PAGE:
(Links added by Julie.)


The sender is of course entitled to her opinion although I’m still a bit unsure why it was me she singled out to send this message to.  Even hours later, “Ted Kennedy” continues to be a trending topic on Twitter.

But her e-mail has left me trying to reconcile a number of points:

1. I’m a big proponent of accessibility and even wrote a post last year on why it’s important for bloggers to have their contact information displayed on their sites. But, I have to be honest, it was unnerving to get e-mail of that sort in a place (my inbox) which is usually one filled with friendly “faces”. What happened if someone decided to send me truly malicious e-mails? Have I set myself up for disaster? At the moment, I’ve decided to keep my e-mail accessible on this site and hopefully I won’t regret it.

2. It’s an interesting feeling growing up in a country where you were not born. Most days, you feel like a local but little things will remind you that in some ways, you’ll always be a transplant and an outsider. Defining what I consider to be my history is a bit tricky: I feel ownership over USSR events that took place up to 1991 (the year I immigrated to America) and over American events that have taken place since then, but not vice versa. I feel the same disconnection with America’s struggle with slavery as I do with a democratic Russia…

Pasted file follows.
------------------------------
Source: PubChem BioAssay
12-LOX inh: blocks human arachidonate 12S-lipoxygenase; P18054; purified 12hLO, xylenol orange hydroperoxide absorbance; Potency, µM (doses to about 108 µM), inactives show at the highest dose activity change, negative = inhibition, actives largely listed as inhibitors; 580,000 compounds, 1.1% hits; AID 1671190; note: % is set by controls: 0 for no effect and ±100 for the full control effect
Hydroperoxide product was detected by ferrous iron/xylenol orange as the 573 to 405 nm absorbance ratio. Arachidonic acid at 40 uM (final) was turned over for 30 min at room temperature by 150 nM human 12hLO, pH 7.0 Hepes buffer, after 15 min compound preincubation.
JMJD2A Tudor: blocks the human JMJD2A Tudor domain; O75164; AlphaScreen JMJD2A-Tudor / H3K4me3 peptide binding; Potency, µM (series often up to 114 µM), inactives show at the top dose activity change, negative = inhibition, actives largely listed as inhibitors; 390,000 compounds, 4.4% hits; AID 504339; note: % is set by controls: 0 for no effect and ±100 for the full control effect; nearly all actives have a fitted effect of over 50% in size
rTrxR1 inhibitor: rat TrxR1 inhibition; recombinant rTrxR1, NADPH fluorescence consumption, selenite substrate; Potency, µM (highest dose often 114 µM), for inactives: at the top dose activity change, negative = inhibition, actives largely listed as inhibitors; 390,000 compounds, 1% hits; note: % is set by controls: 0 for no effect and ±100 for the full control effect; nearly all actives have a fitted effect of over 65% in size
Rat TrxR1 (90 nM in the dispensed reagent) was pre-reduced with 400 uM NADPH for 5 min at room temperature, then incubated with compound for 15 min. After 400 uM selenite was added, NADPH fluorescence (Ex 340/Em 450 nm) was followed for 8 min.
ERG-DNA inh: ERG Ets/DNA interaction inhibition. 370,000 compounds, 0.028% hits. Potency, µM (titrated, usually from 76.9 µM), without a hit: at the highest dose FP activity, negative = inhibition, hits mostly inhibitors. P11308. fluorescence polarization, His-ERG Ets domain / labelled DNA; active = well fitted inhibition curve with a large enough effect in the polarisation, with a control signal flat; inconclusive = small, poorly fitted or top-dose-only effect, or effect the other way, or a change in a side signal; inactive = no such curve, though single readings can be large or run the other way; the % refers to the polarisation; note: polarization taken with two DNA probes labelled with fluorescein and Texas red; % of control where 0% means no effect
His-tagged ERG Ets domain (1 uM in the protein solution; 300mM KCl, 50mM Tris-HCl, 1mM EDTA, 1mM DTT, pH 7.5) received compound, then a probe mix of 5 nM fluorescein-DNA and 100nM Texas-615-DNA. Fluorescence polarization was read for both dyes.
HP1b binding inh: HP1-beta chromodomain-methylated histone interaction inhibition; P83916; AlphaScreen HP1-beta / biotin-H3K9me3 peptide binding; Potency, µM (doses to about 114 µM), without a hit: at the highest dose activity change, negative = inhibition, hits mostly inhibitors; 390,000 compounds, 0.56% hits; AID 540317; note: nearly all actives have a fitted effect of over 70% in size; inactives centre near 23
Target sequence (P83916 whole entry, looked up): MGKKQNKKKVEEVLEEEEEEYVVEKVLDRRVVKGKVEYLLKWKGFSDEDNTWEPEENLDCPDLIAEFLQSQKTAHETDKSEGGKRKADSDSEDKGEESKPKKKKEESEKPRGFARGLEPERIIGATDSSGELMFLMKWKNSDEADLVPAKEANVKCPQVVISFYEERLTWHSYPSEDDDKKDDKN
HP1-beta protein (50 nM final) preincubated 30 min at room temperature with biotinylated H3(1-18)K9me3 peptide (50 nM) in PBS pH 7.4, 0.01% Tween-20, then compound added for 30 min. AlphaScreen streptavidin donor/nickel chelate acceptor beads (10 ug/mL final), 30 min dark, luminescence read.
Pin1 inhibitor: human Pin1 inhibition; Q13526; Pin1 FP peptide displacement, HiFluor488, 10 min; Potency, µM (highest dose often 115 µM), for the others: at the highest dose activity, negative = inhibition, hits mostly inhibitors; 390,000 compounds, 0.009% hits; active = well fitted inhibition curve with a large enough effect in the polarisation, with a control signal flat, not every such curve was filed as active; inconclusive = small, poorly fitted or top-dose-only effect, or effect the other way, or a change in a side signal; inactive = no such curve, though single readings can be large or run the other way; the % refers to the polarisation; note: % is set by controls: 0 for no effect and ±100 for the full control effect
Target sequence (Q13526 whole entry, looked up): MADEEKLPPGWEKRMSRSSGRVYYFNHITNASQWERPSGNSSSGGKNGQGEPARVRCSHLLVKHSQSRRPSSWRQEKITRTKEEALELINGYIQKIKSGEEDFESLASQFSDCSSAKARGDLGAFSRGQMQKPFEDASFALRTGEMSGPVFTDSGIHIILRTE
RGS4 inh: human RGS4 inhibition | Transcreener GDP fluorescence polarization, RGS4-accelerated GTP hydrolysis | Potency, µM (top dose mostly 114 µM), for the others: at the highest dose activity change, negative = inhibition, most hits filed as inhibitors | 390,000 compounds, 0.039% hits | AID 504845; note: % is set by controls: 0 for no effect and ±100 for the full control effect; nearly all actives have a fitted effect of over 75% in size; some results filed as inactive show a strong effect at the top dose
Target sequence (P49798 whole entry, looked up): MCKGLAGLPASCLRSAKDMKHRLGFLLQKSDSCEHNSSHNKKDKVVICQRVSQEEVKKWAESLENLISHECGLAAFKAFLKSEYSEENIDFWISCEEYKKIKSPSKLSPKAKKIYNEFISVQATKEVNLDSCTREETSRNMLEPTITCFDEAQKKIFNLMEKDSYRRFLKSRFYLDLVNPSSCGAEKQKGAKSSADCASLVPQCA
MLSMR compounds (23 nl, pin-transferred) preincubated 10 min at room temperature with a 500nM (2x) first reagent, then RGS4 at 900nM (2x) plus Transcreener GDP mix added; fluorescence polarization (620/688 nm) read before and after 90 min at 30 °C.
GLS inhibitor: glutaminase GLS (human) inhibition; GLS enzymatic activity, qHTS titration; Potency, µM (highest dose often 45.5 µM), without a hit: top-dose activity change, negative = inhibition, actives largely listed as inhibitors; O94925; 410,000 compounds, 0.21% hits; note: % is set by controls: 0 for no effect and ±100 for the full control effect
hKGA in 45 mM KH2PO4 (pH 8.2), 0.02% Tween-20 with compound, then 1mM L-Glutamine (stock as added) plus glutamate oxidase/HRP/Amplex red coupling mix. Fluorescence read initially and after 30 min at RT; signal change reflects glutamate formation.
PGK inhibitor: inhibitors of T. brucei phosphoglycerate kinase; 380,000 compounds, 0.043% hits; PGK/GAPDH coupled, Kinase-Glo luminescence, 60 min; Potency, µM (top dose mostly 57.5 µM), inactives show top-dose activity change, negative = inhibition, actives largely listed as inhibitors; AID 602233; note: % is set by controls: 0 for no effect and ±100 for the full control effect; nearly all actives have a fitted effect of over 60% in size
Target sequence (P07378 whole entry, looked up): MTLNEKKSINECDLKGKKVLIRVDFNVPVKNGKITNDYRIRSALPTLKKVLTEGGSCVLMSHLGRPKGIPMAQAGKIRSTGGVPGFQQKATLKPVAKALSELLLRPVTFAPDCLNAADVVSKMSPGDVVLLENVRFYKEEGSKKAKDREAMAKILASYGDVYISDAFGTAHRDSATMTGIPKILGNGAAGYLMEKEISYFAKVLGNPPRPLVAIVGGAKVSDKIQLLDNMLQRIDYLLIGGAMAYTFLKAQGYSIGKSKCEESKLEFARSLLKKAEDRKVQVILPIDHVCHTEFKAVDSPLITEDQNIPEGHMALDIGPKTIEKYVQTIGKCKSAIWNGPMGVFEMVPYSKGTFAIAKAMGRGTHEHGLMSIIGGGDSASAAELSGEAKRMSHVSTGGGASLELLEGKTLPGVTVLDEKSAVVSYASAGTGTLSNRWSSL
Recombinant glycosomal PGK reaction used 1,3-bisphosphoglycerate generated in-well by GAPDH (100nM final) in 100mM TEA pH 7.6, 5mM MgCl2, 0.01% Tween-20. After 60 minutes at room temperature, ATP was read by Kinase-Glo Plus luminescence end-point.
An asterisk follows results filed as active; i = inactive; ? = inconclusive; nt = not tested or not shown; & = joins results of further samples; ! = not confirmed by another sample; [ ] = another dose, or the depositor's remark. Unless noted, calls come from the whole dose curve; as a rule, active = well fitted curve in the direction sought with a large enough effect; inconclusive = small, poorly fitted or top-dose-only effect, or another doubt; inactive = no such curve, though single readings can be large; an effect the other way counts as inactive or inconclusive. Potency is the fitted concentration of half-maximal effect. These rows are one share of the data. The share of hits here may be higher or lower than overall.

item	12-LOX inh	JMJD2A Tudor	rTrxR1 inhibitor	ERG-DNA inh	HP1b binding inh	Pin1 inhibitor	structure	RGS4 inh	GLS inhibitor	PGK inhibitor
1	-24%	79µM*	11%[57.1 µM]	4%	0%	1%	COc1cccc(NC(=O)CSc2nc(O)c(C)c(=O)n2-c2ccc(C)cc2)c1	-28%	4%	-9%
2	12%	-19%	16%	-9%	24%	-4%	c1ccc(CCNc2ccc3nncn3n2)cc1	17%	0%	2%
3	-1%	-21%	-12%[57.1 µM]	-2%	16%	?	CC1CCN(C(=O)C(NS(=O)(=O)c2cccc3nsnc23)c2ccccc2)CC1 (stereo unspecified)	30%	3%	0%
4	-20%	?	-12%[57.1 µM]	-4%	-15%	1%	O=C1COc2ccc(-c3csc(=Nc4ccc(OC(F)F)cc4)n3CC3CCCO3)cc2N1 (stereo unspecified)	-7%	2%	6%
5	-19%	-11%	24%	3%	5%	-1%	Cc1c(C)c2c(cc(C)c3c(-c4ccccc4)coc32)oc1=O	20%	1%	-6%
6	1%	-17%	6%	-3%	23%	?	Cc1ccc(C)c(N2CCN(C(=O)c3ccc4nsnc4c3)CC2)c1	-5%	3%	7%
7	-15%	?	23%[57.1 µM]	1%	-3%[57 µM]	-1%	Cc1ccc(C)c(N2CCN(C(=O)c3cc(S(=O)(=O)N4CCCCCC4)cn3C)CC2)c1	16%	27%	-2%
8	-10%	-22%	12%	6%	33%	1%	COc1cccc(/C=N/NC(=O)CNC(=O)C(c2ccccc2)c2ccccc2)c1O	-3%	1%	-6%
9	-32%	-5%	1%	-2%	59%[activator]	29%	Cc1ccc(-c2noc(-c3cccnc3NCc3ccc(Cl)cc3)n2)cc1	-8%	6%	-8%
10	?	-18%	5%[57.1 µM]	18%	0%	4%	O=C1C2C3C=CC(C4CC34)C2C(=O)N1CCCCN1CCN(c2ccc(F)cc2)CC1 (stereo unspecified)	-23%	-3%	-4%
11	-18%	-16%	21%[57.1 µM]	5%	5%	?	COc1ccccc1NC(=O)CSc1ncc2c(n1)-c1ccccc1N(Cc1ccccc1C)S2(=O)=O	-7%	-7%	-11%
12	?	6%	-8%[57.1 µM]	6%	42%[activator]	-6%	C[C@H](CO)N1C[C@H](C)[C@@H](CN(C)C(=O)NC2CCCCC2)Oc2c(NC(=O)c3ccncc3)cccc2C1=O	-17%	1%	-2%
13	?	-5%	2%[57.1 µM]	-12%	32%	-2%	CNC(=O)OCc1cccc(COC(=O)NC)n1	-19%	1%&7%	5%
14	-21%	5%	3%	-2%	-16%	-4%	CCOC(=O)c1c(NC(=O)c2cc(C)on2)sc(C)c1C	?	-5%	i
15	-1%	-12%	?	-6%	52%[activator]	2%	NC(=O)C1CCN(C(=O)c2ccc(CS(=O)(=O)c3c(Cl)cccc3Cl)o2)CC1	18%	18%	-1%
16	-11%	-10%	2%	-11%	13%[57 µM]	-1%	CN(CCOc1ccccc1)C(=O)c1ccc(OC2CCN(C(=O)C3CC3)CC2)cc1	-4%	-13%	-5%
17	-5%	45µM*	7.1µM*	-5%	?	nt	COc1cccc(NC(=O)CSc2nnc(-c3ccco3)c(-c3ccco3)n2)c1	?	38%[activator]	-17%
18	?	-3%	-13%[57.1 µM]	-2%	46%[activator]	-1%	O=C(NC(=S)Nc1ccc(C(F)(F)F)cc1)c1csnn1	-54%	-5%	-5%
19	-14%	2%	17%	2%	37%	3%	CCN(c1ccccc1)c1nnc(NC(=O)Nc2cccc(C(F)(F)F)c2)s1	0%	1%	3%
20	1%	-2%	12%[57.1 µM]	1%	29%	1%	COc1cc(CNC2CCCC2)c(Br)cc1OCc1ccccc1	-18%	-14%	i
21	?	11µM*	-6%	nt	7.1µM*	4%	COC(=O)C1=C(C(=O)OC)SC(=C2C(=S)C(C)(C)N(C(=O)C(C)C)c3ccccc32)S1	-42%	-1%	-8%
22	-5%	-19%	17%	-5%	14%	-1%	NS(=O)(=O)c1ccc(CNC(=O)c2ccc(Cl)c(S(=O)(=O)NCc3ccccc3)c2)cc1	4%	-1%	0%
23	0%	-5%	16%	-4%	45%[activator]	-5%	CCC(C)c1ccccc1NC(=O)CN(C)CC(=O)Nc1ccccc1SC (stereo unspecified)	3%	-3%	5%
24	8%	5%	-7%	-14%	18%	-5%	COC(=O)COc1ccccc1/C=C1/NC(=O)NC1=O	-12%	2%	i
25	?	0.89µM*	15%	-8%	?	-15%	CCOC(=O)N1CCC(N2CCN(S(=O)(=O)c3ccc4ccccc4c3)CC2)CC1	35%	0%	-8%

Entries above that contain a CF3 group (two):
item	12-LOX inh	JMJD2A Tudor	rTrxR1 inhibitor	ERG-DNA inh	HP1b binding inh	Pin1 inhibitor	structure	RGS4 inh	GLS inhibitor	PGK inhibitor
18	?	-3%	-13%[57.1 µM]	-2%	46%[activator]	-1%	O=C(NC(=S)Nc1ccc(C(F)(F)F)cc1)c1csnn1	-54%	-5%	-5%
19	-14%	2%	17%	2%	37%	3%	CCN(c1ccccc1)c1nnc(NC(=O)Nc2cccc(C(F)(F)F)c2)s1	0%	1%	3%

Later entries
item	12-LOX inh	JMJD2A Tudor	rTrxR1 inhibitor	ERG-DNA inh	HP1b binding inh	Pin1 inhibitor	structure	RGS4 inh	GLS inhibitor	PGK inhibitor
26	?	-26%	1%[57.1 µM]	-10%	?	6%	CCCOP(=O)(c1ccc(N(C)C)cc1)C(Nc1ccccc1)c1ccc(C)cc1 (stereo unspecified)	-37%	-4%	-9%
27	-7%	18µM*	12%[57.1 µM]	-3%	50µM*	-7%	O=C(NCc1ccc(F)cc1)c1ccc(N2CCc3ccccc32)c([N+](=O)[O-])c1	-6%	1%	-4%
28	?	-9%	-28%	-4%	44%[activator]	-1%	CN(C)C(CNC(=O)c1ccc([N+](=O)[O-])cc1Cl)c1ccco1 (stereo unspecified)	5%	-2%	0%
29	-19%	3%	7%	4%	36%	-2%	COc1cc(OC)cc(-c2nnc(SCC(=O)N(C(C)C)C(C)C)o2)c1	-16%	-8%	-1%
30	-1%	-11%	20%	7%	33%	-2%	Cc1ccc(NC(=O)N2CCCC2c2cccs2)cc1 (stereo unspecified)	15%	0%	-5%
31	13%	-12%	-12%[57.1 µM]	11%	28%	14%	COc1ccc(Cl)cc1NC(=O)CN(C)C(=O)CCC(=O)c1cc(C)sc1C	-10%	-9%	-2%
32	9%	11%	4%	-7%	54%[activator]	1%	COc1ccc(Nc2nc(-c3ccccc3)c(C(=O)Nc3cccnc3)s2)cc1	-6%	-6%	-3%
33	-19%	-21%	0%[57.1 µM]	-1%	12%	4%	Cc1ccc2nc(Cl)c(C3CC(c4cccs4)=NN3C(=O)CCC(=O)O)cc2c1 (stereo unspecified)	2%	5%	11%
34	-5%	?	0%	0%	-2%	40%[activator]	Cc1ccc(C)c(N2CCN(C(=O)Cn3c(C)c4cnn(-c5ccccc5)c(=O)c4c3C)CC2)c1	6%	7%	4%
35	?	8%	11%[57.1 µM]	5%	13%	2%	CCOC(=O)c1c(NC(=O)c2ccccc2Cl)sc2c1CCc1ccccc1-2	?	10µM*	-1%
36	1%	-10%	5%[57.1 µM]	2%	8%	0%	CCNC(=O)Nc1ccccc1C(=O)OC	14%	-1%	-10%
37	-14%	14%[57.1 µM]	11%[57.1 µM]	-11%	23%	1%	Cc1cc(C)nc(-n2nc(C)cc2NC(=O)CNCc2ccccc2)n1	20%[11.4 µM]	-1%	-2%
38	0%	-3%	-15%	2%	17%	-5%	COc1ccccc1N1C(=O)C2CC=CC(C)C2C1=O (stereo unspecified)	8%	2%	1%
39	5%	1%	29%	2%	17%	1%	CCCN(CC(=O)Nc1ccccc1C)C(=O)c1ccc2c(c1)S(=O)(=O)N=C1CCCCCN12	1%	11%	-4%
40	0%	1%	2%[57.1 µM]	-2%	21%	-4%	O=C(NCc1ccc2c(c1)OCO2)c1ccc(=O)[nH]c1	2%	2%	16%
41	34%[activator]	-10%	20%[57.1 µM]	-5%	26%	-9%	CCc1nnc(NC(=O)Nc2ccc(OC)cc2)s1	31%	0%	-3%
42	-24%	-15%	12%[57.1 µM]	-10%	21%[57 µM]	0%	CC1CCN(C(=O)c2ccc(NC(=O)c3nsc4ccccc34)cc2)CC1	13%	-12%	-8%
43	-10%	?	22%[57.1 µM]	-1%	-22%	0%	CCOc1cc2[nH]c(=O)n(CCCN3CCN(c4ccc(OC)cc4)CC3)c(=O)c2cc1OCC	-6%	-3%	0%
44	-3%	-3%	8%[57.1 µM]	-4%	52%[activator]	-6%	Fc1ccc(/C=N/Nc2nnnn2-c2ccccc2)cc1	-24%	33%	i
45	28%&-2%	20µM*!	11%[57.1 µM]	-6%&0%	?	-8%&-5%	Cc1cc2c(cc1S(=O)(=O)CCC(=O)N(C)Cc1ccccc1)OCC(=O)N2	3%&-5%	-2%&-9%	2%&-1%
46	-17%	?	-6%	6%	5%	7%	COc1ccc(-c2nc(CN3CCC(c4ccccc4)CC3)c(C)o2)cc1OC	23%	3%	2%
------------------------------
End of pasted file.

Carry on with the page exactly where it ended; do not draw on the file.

As such, Elizabeth is right in assuming that being young does affect my view of Senator Kennedy but I would argue that others of my generation may have a different perspective. I simply lacked an environment where that story would have been passed down and where I would have been exposed to opinions on the subject that would have helped define Senator Kennedy’s persona for me.

3. In trying to mull over how to combine these two images of Senator Kennedy – seen by some as a murderer and by others as a champion of human rights, here’s what I think I’ve come to stand on the issue: